Chicagoans understand that charters are the future of public education in this city. These schools draw excellent young teachers. They funnel money into the classroom, into serving students, not into a school district bureaucracy. And they often reap superior results where it matters: in student performance -- not in kowtowing to local politicians.
Districts around the country vie to recruit the best charter operators. Just last week, The Mind Trust, an Indianapolis nonprofit focused on education reform there, announced a $2 million investment that will launch new networks of charter schools to be run by two high-quality operators based in California, KIPP of San Francisco and Rocketship Education of San Jose.
Chicago? Right now, CPS is blowing a perfect opportunity to lure more top-flight charters here: CPS CEO Barbara Byrd-Bennett vows that all the schools slated last week for closing will not house charters.
What a waste of physical resources -- schools built with the dollars of Chicago taxpayers, for the benefit of Chicago children.
Make no mistake: The best charter school operators in the country are watching Chicago. Unfortunately, some also are avoiding it. "I wish we spent as much effort recruiting high quality charter operators as we do new businesses," Broy of INCS tells us. "But charter operators say, 'Why should I come to Chicago if Memphis gives me $3,000 more per pupil, I have lower labor costs and the political environment is better?' We don't exactly make the top of the beauty list here."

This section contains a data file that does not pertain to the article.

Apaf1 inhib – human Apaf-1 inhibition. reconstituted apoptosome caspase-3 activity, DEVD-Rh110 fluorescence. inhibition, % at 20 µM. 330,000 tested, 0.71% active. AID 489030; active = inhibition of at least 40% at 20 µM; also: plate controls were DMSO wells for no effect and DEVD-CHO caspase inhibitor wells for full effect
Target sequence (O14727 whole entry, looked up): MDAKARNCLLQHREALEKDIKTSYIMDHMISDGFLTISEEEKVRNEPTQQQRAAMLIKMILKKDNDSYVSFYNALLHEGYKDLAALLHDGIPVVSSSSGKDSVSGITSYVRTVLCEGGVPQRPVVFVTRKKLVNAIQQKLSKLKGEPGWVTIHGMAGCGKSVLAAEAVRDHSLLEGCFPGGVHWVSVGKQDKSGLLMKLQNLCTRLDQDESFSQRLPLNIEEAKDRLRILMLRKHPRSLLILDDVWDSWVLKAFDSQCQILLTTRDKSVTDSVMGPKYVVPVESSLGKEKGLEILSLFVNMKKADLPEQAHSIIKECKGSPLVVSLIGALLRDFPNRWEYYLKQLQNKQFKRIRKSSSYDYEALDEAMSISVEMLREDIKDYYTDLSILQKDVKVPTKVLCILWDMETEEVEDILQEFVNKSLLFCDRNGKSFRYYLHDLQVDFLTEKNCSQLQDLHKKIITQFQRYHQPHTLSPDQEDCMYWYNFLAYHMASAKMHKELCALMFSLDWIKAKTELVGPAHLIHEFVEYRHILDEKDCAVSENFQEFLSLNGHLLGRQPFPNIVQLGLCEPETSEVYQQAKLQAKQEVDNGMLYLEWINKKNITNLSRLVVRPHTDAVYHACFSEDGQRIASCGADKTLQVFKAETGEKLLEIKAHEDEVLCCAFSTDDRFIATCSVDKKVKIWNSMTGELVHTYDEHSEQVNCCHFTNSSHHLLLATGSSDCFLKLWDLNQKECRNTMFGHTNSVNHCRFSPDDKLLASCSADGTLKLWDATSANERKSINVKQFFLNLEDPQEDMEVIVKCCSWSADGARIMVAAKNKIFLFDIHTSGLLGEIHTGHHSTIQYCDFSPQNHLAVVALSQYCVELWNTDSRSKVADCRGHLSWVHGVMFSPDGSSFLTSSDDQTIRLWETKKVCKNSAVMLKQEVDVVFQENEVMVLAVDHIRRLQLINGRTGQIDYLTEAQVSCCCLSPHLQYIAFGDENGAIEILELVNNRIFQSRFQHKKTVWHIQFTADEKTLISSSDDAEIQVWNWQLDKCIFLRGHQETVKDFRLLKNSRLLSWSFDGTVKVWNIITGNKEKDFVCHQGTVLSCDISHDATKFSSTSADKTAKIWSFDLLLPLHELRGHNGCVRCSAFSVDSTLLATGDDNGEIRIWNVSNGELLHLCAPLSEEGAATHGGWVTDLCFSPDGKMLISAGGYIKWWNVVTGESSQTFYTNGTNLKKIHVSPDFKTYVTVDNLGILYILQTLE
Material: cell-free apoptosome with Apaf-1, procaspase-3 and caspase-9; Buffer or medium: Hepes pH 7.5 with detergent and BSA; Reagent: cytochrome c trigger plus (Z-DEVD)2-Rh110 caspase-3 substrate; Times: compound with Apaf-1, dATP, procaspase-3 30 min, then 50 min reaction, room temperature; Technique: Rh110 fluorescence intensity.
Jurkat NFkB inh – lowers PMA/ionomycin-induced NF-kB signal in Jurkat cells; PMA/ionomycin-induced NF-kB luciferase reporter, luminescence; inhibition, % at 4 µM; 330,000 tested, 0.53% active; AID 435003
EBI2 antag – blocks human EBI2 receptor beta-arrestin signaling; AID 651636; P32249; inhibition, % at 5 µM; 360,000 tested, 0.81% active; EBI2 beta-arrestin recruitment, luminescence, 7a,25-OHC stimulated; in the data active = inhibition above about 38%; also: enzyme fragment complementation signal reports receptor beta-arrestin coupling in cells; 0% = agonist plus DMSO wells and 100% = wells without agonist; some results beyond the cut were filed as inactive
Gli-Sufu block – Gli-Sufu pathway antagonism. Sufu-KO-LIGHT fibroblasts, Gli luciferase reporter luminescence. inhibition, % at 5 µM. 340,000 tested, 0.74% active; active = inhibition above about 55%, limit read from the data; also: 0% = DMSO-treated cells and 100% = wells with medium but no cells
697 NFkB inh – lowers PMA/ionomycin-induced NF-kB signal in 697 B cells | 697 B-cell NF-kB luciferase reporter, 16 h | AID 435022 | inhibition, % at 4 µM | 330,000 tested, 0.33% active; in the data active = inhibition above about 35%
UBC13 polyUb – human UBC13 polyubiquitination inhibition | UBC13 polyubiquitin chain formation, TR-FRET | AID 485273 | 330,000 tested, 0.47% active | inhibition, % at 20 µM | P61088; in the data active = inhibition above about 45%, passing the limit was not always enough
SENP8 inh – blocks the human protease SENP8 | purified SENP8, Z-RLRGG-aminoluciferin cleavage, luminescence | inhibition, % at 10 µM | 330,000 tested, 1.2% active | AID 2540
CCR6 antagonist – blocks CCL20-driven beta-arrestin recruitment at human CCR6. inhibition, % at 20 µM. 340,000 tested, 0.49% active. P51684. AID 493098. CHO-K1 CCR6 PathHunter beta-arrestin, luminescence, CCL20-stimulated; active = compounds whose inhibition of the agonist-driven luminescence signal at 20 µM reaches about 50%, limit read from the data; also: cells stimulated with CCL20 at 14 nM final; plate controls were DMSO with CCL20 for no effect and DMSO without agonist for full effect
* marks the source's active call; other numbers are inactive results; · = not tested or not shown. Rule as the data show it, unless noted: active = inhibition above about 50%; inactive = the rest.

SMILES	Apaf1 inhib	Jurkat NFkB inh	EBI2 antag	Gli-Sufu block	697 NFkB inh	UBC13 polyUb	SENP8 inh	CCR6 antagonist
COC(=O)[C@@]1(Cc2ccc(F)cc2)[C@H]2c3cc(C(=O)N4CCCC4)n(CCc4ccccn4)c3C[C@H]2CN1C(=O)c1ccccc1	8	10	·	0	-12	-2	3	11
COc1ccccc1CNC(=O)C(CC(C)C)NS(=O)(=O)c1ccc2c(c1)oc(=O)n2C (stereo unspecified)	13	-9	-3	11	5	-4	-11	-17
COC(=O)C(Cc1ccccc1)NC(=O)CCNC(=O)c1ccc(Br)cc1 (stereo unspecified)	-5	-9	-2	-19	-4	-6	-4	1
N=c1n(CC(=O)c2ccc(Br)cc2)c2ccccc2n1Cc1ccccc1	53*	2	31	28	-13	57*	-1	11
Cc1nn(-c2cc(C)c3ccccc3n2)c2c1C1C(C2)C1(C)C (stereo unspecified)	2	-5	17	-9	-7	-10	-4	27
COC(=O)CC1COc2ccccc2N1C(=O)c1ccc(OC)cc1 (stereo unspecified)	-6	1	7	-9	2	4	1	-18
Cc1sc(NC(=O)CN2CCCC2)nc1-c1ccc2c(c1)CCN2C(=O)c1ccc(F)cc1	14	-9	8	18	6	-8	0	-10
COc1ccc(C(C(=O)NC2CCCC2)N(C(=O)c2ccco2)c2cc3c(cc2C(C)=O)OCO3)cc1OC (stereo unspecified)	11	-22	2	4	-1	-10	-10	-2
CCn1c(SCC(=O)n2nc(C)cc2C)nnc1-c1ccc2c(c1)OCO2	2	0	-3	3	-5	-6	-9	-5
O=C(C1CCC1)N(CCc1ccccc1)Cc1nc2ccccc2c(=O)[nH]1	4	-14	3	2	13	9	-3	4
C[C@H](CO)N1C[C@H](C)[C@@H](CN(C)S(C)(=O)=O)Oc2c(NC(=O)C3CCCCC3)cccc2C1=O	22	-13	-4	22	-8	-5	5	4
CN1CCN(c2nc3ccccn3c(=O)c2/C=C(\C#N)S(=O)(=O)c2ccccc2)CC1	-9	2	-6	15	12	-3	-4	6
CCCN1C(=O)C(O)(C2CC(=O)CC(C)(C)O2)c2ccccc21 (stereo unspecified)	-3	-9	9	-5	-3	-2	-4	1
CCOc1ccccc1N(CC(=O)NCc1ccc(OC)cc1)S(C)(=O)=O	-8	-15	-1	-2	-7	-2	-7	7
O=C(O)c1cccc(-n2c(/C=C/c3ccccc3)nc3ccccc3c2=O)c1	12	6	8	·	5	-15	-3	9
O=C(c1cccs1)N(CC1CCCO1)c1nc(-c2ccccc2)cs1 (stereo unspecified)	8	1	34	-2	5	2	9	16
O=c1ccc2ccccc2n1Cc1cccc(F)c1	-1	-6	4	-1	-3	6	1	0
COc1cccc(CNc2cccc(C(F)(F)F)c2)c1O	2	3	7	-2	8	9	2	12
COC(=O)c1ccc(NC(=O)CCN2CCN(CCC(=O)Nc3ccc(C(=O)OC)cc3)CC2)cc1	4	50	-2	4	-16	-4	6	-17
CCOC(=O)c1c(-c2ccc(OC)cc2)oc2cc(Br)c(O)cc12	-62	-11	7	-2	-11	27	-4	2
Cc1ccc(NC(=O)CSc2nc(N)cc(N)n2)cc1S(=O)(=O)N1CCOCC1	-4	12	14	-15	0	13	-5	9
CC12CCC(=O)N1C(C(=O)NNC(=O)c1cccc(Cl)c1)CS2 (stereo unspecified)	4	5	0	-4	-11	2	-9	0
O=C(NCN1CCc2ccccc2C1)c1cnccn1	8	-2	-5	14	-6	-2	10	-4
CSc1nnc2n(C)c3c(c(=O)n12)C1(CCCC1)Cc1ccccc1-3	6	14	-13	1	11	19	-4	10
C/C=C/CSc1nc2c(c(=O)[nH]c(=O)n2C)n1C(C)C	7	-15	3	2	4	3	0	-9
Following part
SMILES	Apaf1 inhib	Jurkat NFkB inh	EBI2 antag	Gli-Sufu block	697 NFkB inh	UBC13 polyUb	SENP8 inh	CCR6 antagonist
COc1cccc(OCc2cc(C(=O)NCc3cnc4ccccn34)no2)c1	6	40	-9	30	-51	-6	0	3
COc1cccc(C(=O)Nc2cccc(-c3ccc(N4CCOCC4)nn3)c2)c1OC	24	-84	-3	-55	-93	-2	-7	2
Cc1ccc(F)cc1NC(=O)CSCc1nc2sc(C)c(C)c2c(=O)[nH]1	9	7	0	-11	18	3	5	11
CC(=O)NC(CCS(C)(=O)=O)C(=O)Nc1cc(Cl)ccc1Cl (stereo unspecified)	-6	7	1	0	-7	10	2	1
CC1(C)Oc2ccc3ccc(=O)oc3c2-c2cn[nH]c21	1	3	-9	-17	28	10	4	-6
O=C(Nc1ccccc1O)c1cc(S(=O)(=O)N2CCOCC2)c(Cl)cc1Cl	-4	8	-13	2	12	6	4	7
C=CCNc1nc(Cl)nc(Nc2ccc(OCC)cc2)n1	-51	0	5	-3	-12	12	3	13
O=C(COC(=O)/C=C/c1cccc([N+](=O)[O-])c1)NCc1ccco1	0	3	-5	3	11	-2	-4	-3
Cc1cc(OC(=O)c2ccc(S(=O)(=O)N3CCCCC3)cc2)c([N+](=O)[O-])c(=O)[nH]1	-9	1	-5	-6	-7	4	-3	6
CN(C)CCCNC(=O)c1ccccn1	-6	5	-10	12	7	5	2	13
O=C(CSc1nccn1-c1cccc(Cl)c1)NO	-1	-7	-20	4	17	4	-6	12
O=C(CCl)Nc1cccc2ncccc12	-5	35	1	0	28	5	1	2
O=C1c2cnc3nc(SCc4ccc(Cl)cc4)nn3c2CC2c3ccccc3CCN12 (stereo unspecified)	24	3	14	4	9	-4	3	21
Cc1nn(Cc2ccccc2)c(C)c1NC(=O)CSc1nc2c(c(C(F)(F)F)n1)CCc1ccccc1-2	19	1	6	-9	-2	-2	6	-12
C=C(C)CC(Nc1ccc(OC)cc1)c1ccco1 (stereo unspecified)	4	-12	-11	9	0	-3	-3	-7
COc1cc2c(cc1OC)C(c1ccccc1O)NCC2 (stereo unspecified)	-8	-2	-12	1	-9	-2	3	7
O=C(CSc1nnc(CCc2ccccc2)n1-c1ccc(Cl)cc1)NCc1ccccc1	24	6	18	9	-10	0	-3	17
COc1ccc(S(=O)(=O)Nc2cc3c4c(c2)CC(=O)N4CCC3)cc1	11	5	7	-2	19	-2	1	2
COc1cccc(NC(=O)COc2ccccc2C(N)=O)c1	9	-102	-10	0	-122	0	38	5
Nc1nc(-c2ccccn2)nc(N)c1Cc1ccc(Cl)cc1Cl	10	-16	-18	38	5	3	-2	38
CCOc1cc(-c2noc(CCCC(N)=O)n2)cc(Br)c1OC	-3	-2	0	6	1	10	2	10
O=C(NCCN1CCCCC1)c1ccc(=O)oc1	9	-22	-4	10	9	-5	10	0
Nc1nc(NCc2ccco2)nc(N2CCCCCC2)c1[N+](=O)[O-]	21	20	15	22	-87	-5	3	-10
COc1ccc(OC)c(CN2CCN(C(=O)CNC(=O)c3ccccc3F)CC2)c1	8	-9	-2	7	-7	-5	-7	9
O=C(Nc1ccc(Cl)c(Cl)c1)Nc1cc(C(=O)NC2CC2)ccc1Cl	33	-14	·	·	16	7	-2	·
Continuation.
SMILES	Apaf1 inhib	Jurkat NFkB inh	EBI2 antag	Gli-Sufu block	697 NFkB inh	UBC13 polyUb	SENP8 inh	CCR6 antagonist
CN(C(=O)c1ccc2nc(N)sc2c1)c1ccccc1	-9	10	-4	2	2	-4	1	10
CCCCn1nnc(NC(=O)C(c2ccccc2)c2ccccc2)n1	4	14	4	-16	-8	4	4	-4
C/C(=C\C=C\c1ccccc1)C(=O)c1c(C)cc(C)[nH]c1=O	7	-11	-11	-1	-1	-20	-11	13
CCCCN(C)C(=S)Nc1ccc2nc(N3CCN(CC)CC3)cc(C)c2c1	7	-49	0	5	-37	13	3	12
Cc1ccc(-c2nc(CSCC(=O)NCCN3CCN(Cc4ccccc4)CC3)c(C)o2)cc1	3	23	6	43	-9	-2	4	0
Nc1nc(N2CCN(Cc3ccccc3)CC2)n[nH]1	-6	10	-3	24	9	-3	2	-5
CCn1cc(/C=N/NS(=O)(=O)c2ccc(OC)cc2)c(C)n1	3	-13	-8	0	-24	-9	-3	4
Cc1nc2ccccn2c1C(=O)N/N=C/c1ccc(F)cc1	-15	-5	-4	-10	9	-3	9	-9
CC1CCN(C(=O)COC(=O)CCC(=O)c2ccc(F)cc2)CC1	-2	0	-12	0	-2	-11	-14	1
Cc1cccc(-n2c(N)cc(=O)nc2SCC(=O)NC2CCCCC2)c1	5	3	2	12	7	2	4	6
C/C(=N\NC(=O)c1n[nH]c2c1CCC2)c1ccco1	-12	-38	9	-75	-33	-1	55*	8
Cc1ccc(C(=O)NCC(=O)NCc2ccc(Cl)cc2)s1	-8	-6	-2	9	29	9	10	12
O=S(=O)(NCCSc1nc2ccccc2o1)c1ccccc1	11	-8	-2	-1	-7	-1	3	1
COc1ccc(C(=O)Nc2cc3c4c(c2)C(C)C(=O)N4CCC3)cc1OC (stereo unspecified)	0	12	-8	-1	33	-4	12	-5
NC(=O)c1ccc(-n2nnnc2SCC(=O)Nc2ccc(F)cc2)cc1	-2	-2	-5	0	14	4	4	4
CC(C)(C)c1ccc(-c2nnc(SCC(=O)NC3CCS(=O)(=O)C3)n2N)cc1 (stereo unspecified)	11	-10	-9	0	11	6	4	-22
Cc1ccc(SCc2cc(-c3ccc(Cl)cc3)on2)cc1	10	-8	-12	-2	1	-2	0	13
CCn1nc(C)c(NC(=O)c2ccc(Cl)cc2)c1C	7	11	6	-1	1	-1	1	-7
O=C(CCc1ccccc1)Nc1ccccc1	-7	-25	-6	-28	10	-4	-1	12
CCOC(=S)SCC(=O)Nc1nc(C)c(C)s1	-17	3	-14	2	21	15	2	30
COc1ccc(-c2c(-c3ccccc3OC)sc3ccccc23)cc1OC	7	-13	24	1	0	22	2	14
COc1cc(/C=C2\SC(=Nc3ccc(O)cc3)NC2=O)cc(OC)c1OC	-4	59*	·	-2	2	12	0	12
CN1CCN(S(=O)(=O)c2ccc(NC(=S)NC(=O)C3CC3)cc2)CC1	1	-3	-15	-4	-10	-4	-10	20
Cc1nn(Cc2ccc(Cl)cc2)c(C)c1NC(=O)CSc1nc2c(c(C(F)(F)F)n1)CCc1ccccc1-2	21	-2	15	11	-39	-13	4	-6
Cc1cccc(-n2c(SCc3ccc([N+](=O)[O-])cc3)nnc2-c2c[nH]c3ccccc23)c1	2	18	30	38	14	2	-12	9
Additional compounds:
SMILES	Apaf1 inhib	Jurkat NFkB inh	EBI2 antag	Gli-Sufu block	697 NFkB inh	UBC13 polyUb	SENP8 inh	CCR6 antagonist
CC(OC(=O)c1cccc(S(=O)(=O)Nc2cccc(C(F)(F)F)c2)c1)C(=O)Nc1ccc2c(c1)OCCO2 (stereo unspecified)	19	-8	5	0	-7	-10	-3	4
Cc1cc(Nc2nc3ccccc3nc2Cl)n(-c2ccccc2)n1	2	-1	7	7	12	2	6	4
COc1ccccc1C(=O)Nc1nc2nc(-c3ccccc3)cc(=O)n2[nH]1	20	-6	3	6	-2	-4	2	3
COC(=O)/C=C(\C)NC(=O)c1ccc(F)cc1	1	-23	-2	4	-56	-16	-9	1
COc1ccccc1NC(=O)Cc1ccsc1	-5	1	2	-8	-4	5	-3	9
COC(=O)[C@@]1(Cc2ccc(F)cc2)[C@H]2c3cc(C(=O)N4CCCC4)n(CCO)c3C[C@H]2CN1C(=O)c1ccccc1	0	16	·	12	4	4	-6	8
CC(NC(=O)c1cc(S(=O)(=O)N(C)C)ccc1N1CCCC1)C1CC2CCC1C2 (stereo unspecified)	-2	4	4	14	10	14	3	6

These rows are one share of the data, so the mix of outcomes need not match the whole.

But Chicago could. One promising development: The Illinois State Charter School Commission took a bold step last week to expand charters. The commission overruled CPS and approved a promising plan by a powerhouse operator, Concept Schools, to open two college prep schools focusing on math and science in the McKinley Park neighborhood and on the North Side. Concept, based in Des Plaines, has a terrific record of running 27 schools across the Midwest, including the prestigious Chicago Math and Science Academy.
The commission's decision is a huge win for charter momentum in Chicago and, most of all, for 1,500 fortunate kids who will attend those high schools.
The decision, the commission's first vote to overrule an obstructionist Illinois district, should send a shudder through CPS and every other school bureaucracy in the state: You can't turn down good charter proposals because of political pressure or any other flimsy excuse. There's a second path to charter approval and state board members aren't shy about reversing wrongheaded local decisions.
We hope this action encourages innovative charter operators around the country to take another look at Chicago.
Chicago could -- should -- top the list of districts moving aggressively to attract the best charter operators. If CPS wants to boost student achievement, it should unchain the charters. The goal: Not a single empty seat in a charter school, not a single Chicago child trapped on a wait list.
That's what Chicagoans want.
Tuesday: The power of a teacher.